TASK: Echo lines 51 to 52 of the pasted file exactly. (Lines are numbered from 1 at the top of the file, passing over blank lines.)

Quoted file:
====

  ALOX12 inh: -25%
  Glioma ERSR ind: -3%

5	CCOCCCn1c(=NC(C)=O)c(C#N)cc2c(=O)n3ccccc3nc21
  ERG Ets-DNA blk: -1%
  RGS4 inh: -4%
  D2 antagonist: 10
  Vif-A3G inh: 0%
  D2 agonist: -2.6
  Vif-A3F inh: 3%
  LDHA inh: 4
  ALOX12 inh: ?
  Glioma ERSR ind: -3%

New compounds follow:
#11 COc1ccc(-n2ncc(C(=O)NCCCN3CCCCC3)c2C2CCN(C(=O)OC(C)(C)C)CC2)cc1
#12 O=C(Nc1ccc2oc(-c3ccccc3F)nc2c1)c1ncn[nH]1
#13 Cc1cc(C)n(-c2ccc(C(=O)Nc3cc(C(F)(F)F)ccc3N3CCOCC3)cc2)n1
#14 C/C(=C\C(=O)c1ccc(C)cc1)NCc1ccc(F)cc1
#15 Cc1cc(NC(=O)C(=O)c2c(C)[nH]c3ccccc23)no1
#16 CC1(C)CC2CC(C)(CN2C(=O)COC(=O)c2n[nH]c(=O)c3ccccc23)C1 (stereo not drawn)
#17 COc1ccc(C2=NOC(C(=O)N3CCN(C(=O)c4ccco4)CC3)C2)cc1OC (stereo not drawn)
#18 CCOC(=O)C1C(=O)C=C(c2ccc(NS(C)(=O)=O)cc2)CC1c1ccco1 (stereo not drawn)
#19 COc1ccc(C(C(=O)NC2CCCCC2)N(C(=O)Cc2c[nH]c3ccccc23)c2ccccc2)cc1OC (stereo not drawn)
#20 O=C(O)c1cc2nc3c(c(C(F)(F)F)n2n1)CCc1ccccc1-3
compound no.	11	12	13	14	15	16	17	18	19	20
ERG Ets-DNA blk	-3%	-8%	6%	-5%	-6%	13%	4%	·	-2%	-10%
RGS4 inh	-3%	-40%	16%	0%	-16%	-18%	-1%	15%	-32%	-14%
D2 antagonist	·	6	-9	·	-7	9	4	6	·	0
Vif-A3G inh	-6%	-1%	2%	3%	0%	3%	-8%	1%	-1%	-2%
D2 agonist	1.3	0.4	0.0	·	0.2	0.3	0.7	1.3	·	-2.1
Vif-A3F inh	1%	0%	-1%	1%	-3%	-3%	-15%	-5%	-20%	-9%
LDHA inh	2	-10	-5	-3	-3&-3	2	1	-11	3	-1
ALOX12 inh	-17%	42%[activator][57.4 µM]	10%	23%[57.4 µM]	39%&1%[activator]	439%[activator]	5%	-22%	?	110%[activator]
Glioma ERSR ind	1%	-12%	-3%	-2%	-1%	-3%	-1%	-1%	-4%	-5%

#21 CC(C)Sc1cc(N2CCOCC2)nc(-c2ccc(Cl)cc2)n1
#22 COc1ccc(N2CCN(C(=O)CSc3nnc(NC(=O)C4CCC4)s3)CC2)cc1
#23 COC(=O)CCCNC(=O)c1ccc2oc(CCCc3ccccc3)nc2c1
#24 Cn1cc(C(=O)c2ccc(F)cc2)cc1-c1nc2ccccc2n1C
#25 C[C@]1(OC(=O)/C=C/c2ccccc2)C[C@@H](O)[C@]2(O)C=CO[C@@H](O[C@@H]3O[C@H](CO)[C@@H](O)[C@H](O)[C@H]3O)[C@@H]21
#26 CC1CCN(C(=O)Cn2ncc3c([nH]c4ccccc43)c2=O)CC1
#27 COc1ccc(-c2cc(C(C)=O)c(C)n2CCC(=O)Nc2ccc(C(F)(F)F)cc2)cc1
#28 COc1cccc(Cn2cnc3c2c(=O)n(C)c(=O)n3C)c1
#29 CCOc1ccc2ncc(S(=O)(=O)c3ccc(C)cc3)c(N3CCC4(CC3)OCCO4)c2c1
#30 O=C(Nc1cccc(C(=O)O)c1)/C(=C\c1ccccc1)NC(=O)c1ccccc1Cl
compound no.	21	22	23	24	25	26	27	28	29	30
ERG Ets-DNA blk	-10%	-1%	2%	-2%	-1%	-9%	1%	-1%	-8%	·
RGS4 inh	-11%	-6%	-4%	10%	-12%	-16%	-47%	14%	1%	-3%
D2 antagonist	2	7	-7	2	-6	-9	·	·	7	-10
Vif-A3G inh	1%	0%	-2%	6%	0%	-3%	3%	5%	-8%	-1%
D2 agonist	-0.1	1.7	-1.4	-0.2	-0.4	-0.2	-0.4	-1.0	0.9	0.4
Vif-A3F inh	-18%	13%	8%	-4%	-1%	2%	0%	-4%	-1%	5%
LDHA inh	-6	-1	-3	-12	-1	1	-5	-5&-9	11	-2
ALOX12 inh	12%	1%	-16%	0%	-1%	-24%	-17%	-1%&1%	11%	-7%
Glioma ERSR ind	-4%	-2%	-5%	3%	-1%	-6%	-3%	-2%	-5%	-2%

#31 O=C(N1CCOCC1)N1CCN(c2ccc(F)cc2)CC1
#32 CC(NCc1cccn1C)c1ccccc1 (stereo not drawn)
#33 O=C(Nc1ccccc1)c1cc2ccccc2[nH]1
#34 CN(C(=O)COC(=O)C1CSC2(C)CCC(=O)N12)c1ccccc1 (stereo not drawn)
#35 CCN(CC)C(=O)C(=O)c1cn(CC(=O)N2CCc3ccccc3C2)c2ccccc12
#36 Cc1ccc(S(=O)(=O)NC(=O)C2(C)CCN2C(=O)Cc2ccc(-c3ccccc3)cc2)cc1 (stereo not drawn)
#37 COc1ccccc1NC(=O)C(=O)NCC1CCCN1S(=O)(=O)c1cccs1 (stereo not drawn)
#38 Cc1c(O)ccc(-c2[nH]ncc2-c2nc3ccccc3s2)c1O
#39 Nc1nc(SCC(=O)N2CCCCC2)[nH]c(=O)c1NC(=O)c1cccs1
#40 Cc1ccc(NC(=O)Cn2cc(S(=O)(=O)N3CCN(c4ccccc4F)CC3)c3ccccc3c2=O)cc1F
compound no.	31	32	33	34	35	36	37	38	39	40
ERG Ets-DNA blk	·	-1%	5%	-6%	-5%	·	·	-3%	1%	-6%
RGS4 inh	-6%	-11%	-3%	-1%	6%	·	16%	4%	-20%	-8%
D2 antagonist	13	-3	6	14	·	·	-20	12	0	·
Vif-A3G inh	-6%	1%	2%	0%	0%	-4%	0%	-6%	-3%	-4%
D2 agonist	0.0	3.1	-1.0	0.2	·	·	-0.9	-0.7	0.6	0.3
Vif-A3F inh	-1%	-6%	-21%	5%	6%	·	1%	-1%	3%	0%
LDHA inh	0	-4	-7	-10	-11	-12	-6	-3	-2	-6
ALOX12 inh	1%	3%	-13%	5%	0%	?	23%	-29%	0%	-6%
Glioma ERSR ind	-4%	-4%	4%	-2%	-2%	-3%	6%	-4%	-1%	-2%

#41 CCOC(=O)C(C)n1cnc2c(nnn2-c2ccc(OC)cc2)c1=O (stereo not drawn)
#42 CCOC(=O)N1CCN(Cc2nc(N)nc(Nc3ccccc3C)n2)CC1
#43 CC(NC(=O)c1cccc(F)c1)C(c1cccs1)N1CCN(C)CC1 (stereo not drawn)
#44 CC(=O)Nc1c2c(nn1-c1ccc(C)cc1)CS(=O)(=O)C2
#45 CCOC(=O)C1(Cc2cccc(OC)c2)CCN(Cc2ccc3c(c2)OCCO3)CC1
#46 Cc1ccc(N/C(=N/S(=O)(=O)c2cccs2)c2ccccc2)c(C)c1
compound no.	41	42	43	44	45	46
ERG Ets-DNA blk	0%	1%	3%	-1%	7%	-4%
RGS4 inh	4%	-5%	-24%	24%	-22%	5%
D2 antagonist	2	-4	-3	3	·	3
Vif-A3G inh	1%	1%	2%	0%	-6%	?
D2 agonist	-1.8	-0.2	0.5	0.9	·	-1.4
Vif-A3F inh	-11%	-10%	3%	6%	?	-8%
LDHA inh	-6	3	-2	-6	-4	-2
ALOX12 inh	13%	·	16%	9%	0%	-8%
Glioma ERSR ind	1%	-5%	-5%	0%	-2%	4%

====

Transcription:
LDHA inh	-6	-1	-3	-12	-1	1	-5	-5&-9	11	-2
ALOX12 inh	12%	1%	-16%	0%	-1%	-24%	-17%	-1%&1%	11%	-7%